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How to Read Southern Company’s Power Plant Plight

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How to Read Southern Company’s Power Plant Plight PART 1 OF 4

Behind Southern Company’s Chart Indicators and Short Interest

Utilities decline

Top utility stock Southern Company (SO) broke its rally on September 12, 2017, after gaining for eight consecutive trading sessions. The Utilities Select Sector SPDR ETF (XLU) fell 1.7%, while Southern Company corrected by more than 2% during the day. 

Utilities corrected likely due to the damage done to power lines by Hurricane Irma—equipment that now needs to be restored. The recent increase in Treasury yields also likely contributed to the fall in utilities, which are now trading at high valuations.

Behind Southern Company’s Chart Indicators and Short Interest

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SO stock has rallied ~8% over the past few weeks, despite ongoing concerns about its power plants. On September 12, 2017, SO was trading 3% above its 50-day moving average and at a marginal premium to its 200-day moving average. If the stock breaks below both these moving average levels, a bearish tone might set in for Southern Company stock.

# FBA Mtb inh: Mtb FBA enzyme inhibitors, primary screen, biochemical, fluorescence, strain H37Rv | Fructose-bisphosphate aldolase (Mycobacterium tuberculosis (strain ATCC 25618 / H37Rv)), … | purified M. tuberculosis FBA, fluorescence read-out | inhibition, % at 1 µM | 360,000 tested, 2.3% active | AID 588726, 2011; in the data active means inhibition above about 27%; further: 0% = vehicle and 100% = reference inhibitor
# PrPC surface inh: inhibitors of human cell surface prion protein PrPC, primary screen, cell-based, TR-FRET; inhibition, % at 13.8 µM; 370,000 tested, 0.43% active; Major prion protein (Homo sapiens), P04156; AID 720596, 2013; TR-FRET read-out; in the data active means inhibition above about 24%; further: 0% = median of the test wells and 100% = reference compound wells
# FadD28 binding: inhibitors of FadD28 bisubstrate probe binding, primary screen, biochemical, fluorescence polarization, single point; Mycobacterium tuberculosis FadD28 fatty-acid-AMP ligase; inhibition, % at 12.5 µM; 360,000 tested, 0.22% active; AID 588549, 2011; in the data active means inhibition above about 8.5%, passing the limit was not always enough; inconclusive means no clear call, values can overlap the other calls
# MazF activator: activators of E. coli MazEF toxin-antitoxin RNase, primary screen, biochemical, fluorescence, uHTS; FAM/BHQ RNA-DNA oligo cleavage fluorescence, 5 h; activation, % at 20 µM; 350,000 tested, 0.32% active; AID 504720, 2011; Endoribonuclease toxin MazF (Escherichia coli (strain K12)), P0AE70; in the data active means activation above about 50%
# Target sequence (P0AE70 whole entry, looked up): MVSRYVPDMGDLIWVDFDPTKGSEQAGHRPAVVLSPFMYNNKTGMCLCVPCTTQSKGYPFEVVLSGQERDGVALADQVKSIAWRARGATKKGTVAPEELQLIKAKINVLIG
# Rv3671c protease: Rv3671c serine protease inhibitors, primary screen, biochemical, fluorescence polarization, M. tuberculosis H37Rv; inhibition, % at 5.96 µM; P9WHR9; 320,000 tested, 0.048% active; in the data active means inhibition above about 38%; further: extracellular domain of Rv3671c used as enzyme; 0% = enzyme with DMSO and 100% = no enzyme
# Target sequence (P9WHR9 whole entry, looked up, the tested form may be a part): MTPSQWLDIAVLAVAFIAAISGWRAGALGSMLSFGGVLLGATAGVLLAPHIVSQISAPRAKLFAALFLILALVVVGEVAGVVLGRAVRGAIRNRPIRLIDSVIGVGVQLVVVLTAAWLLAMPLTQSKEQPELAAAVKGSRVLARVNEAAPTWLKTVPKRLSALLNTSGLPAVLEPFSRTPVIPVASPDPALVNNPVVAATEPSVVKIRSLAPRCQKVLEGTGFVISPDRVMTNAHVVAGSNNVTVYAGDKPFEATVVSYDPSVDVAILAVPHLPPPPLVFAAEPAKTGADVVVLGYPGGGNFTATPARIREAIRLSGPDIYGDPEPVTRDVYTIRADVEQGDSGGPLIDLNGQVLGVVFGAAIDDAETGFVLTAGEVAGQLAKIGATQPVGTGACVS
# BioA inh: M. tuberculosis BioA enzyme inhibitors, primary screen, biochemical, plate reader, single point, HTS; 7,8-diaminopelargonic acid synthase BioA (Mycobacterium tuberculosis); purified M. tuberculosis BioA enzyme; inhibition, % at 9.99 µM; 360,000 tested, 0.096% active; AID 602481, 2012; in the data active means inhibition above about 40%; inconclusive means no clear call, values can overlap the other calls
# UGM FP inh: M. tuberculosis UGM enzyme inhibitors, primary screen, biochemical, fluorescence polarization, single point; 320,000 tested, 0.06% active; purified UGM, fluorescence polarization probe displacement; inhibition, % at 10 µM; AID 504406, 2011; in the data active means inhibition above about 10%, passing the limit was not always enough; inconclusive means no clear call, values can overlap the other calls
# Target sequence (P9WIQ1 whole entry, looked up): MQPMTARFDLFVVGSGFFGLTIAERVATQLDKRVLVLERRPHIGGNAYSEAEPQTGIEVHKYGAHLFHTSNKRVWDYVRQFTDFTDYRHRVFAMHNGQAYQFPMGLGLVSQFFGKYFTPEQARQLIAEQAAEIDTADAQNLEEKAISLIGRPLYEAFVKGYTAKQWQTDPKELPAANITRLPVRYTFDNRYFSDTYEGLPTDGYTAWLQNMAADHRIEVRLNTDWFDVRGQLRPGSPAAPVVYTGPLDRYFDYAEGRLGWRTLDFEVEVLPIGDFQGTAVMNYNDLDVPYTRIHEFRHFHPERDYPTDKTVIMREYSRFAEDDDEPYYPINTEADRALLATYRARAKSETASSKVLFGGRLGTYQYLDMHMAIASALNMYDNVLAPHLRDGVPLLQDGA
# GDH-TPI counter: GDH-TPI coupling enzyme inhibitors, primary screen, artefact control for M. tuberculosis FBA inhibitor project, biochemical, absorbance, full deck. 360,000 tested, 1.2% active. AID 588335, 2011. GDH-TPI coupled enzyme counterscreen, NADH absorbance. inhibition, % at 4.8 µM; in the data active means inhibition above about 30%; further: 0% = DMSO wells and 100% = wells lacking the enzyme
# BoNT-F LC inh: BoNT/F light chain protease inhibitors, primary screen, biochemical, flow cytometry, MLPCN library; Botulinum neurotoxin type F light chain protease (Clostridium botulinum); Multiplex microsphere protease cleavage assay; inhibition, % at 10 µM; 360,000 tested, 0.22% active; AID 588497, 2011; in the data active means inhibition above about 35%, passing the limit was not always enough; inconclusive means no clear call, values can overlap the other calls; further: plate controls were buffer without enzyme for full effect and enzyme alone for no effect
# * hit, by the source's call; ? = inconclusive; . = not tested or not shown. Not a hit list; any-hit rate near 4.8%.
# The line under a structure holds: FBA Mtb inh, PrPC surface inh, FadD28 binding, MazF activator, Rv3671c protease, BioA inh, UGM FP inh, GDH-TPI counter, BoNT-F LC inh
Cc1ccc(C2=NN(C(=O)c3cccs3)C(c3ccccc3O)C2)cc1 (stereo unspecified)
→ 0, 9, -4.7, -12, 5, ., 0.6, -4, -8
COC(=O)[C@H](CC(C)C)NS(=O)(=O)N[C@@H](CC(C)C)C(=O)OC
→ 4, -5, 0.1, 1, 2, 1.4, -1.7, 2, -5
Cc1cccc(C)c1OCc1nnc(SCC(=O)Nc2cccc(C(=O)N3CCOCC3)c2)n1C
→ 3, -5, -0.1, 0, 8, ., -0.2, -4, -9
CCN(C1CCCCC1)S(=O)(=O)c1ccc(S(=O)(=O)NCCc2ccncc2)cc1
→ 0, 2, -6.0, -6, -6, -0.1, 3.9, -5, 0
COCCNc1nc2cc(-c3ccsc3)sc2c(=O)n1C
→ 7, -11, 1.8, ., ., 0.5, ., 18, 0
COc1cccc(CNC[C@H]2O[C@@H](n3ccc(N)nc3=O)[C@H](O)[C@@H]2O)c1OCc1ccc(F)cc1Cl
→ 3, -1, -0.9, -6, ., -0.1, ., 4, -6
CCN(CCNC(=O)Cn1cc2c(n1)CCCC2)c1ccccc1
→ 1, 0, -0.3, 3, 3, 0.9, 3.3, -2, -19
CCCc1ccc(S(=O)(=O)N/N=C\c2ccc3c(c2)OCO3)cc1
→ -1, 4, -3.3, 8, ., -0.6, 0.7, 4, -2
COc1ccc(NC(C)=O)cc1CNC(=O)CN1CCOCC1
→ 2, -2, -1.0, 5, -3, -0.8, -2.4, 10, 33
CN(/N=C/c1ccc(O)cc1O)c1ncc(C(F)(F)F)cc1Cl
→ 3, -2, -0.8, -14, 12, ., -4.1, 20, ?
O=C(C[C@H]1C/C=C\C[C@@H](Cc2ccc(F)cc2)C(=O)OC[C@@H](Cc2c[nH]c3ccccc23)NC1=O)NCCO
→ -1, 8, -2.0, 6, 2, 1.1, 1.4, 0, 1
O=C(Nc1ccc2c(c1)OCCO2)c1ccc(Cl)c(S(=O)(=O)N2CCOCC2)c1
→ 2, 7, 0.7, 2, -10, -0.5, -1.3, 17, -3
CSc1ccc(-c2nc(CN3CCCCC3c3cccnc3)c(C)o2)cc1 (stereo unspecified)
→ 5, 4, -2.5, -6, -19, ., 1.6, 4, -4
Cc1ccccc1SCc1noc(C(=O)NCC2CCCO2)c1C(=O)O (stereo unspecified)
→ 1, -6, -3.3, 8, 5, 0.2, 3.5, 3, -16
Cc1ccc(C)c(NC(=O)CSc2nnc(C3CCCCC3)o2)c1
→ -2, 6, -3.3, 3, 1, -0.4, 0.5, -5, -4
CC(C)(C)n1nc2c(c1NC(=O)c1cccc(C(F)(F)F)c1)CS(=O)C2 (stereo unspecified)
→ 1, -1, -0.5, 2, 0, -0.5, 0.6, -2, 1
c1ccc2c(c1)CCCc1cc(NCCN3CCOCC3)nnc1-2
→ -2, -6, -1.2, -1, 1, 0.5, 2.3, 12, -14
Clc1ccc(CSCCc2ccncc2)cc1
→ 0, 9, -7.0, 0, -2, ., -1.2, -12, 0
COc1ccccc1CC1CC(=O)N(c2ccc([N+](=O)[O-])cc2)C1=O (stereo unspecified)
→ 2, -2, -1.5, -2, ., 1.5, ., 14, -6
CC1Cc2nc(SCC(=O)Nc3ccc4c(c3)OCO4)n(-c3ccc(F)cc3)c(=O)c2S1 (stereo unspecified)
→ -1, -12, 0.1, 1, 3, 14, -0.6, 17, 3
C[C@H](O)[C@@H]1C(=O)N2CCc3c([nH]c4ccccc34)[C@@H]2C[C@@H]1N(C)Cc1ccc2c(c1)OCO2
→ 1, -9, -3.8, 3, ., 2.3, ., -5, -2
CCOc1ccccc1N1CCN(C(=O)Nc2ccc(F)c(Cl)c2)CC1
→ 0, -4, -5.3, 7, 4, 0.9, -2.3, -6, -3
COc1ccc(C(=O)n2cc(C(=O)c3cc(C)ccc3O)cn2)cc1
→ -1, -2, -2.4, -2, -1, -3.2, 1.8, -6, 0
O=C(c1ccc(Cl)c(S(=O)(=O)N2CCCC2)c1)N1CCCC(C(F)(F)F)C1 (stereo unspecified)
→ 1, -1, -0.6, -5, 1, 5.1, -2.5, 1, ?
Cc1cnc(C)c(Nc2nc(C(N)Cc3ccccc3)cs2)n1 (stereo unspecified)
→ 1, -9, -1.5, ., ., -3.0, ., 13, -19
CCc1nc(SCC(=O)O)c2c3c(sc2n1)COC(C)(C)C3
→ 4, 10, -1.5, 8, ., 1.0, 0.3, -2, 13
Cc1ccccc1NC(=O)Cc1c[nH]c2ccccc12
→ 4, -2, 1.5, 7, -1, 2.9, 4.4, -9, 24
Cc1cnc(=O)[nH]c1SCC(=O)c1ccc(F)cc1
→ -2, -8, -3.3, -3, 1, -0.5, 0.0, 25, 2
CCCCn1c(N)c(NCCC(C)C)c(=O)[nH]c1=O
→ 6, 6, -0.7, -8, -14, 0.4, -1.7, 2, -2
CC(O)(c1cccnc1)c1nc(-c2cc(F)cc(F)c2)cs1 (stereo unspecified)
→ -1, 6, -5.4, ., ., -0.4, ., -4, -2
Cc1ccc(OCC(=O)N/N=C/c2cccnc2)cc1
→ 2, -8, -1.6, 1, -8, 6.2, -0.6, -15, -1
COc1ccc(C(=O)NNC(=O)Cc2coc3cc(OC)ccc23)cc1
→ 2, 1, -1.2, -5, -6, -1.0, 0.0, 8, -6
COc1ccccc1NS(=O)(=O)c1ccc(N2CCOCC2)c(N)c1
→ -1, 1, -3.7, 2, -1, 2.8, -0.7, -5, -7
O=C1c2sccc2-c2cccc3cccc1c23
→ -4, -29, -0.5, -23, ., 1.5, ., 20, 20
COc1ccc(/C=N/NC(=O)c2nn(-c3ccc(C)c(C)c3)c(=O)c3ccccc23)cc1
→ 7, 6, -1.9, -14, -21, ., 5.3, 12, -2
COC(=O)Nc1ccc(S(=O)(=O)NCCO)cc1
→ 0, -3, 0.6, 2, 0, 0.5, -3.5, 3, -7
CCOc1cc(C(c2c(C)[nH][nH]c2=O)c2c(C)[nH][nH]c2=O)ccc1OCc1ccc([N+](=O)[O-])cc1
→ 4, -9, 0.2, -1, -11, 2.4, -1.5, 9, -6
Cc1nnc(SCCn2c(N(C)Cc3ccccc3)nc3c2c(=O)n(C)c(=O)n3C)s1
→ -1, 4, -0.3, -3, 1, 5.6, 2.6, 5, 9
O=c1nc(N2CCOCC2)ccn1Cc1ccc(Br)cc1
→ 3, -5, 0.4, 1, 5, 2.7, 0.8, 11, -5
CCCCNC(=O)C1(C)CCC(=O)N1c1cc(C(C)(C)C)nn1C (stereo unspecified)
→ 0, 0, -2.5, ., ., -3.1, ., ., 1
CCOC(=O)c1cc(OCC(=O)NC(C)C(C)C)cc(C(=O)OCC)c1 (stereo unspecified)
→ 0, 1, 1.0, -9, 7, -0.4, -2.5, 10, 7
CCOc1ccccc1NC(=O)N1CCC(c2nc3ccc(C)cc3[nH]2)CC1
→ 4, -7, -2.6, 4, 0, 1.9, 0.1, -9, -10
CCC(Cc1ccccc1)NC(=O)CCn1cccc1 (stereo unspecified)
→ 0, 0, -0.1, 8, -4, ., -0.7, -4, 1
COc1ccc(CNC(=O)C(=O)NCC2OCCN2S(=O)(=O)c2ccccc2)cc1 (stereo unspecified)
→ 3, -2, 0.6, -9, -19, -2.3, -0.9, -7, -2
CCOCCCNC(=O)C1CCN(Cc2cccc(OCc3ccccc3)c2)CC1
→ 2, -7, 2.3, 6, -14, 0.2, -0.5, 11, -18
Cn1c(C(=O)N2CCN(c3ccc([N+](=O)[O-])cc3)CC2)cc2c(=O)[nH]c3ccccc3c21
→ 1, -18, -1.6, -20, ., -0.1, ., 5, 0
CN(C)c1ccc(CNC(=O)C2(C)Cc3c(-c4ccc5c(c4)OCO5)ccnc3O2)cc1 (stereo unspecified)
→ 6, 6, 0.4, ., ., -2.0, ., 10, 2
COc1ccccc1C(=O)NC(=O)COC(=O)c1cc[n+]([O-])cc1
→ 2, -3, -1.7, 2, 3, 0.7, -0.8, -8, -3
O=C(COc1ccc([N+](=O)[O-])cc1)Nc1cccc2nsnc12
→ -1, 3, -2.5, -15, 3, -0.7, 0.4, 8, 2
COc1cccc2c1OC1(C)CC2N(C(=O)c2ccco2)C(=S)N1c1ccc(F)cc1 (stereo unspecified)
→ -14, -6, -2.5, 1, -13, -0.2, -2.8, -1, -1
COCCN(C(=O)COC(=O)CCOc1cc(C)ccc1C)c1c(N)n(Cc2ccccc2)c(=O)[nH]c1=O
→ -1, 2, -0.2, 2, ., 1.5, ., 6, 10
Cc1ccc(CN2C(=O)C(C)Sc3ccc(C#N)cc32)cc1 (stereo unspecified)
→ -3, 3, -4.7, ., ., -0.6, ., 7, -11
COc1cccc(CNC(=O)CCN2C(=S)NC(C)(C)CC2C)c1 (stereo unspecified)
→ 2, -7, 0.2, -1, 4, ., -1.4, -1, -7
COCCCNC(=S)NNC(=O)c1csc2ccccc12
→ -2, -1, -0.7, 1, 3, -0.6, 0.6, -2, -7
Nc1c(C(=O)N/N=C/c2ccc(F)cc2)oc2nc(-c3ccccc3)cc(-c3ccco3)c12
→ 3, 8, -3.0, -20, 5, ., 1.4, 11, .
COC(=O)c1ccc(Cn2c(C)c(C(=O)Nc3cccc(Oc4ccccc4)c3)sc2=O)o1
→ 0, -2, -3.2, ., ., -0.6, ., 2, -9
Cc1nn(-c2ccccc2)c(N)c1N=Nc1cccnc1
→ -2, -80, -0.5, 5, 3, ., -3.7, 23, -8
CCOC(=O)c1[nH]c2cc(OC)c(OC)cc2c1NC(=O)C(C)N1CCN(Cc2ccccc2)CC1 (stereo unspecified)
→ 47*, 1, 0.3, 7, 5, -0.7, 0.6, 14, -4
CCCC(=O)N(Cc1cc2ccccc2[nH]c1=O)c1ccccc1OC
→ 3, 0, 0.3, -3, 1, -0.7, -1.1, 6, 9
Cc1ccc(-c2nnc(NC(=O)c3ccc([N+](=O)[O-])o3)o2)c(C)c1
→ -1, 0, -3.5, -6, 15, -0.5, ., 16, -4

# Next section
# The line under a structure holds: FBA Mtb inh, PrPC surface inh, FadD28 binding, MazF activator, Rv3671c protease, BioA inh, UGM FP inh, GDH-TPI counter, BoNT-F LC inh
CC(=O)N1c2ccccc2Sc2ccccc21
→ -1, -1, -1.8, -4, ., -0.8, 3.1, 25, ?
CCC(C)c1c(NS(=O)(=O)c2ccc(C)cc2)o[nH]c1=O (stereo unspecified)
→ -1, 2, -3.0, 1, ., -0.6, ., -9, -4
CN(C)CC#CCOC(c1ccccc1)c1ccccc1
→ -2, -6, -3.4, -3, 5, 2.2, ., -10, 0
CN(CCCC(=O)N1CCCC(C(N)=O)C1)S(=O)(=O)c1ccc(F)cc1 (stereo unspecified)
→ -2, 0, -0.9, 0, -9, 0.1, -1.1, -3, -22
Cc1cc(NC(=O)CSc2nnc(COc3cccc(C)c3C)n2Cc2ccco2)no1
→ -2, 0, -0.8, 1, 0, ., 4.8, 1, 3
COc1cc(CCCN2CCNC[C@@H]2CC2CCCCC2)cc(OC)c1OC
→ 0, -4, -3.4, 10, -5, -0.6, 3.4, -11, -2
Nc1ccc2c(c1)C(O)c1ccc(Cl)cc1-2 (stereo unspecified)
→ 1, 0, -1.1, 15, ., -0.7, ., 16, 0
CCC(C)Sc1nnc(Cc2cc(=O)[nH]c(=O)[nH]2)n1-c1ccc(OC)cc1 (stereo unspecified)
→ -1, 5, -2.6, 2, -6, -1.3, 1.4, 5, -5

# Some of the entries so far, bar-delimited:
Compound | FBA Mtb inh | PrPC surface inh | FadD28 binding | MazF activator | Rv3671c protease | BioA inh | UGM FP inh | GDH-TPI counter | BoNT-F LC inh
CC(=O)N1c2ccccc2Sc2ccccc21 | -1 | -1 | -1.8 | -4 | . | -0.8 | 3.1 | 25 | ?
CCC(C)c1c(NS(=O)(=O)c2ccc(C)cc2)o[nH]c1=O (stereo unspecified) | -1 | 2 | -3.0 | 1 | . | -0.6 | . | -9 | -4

Relative strength index

Before yesterday’s (September 12, 2017) fall, Southern Company stock was trading deep in the overbought zone, given its RSI (relative strength index) levels around 87. Its RSI now stands at 57.

Peer Duke Energy’s stock was also trading in the overbought zone, but its RSI fell from 75 to 50 on September 12.

Short interest

According to the latest report, short interest in Southern Company stock fell 2% on August 31, 2017. On August 15, total shorted shares in SO were 21.9 million, and they declined to 21.4 million on August 31.

Remember, any fall in short interest for SO suggests that fewer investors now expect the stock to fall from its current levels.

For more on utilities’ (VPU) latest performances, check out Market Realist’s series Weekly Utility Review: Could US Utility Stocks Go Higher?

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